Hanjin executive was killed inside PNP headquarters

Hanjin executive was killed inside PNP headquarters
South Korean businessman Jee Ick Joo
PHOTO: Philippines Daily Inquirer/ANN

The head of Hanjin executive Jee Ick Joo was covered with a packaging tape and then strangled while inside Camp Crame, the headquarters of the Philippine National Police (PNP), a Department of Justice (DOJ) resolution revealed.

Accused Senior Police Officer4 (SPO4) Roy Villegas gave the details about how Jee was killed.

In his affidavit, he said while inside Camp Crame, he heard SPO3 Ricky Sta.

Isabel talking to a certain "Sir Dumlao" where he overheard him say, "Sir, ang alam ko ay kilala nyo ang mga taong ito dahil ang pagkakaalam ko ay sanction niyo ito (Sir, I thought you knew these people and you authorised this [operation])."

Villegas further said that Sta.

Isabel was the one who brought a packaging tape and surgical gloves and ordered them to cover the head of the victim and follow him instead of Dumlao.

"He finally recalls seeing respondent Sta. Isabel strangling and killing the victim," the DOJ resolution stated.

After the victim was killed, Villegas said Sta. Isabel called a certain "Ding" who agreed to receive the body in exchange for P30,000 and a golf set.

Then, the body was brought to the funeral home in Caloocan.

"He joined the operation as he believed then that the operation is a legitimate police operation against the herein victim who, according to respondent Sta. Isabel is involved in illegal drugs," the DOJ resolution stated.

"He reiterates that he thought all along that the surveillance and police operations which he participated in are legitimate police operations."

"When he realised it, he did not resist and instead, he obeyed the instruction of respondent Sta. Isabel for fear of his life and that of his family," the same resolution stated.

Jee, together with house help Marisa D. Morquicho, was taken by two unidentified men from their house in Pampanga on Oct. 18, 2016.

In her testimony, Morquicho said the men dragged Jee from the house into a black Ford Explorer.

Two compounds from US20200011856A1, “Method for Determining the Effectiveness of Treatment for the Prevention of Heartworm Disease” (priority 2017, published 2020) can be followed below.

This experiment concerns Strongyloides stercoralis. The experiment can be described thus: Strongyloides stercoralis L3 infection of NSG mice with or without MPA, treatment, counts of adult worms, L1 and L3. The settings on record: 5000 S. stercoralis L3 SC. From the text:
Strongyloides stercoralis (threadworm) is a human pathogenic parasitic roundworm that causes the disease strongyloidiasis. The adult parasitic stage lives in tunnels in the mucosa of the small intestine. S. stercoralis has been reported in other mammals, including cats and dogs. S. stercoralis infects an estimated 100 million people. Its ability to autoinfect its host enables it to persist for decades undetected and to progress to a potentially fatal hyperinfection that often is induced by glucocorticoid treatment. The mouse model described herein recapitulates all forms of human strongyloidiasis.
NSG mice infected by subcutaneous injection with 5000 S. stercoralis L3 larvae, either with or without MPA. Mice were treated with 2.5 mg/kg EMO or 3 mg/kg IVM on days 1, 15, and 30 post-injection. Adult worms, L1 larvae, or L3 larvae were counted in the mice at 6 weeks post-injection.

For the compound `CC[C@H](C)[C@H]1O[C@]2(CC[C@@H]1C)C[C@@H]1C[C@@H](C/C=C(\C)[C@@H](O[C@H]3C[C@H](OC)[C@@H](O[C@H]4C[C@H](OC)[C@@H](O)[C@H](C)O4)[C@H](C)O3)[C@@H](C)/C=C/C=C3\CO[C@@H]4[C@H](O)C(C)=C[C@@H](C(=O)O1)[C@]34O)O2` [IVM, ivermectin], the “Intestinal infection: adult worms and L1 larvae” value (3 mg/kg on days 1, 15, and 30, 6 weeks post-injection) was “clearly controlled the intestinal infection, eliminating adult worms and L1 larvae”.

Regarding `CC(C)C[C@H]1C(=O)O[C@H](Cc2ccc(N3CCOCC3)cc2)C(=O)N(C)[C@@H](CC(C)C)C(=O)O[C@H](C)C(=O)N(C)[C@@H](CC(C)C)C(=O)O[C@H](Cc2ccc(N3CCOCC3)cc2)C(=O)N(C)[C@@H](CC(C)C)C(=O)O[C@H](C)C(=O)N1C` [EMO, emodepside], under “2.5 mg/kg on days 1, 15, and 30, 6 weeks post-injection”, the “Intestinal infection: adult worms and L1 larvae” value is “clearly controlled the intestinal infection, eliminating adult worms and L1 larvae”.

Then, she said they ordered her to accompany them to Jee's room.

After helping the police officers, she said they ordered her to board the same car.

She said while on their way to Manila, the men informed her that her boss was involved in illegal drug activities.

From Pampanga, she said they passed by Quezon City Circle until they reached a place with several men wearing T-shirts with the marking "Pulis."

Morquicho said after they arrived at Camp Crame, she was transferred to Sta.

Isabel's car and released the next day.

At Camp Crame, Villegas said he told Sta. Isabel that he thought the "Director will join them."

Villegas said Sta. Isabel told him "basta sama sama tayo dito (We're all in this together)."

On the other hand, PO2 Christopher Baldovino said in his testimony that he was part of the surveillance operation that was conducted prior to the abduction of Jee.

Ransom

Jee was killed on the same day he was abducted. Still, perpetrators demanded an P8-million ransom from his family.

Jee's wife, Kyungjin Choi, in her affidavit said she initially paid P5 million on Oct. 30, 2016 but refused to deliver the remaining P3 million after the perpetrators failed to present proof of life.

Kidnapping for ransom with homicide

The DOJ, in the resolution, stated that Sta. Isabel, Villegas, Ramon Yalung and several John Does should be prosecuted for a complex crime of kidnapping for ransom with homicide.

They were indicted for failing to submit evidence denying their participation in the crime.

The DOJ said the respondents failed to counter the evidence against them as well as the testimonies of Morquicho, the victim's wife and the admission made by Villegas and Baldovino.

"Until now, no controverting evidence was filed by any of the respondents despite the opportunity given to them," the DOJ resolution stated.

"As the victim was killed during and in the course of his detention, respondents who acted in conspiracy are liable for the special complex crime of kidnapping for ransom with homicide."

"The special complex crime of kidnapping for ransom with homicide is committed when the person was killed on the occasion, in connection, in the course of or subsequent to his detention, regardless of whether the killing was purposely sought or was merely an afterthought. In this case, it was respondent Sta. Isabel who killed the victim by strangulation," the DOJ said.

Person of interest

Gerardo Santiago, owner of Gream Funeral Parlor where Jee's body was taken, has left the country.

Information from the Bureau of Immigration showed that Santiago left for Vancouver, Canada last January 11, 2017 on board Philippine Airlines.

Justice Secretary Vitaliano Aguirre II said he has ordered the National Bureau of Investigation (NBI) to coordinate with the International Police in locating Santiago.

Meanwhile, Sta. Isabel, who is under the NBI's protective custody will not be placed under the government's Witness Protection Program (WPP), said Aguirre.

South Korean government

Aguirre said they are drafting a letter in response to the letter by the Korean government inquiring about Jee's case.

"We are already drafting a response and we will include the latest development to the case," Aguirre said.

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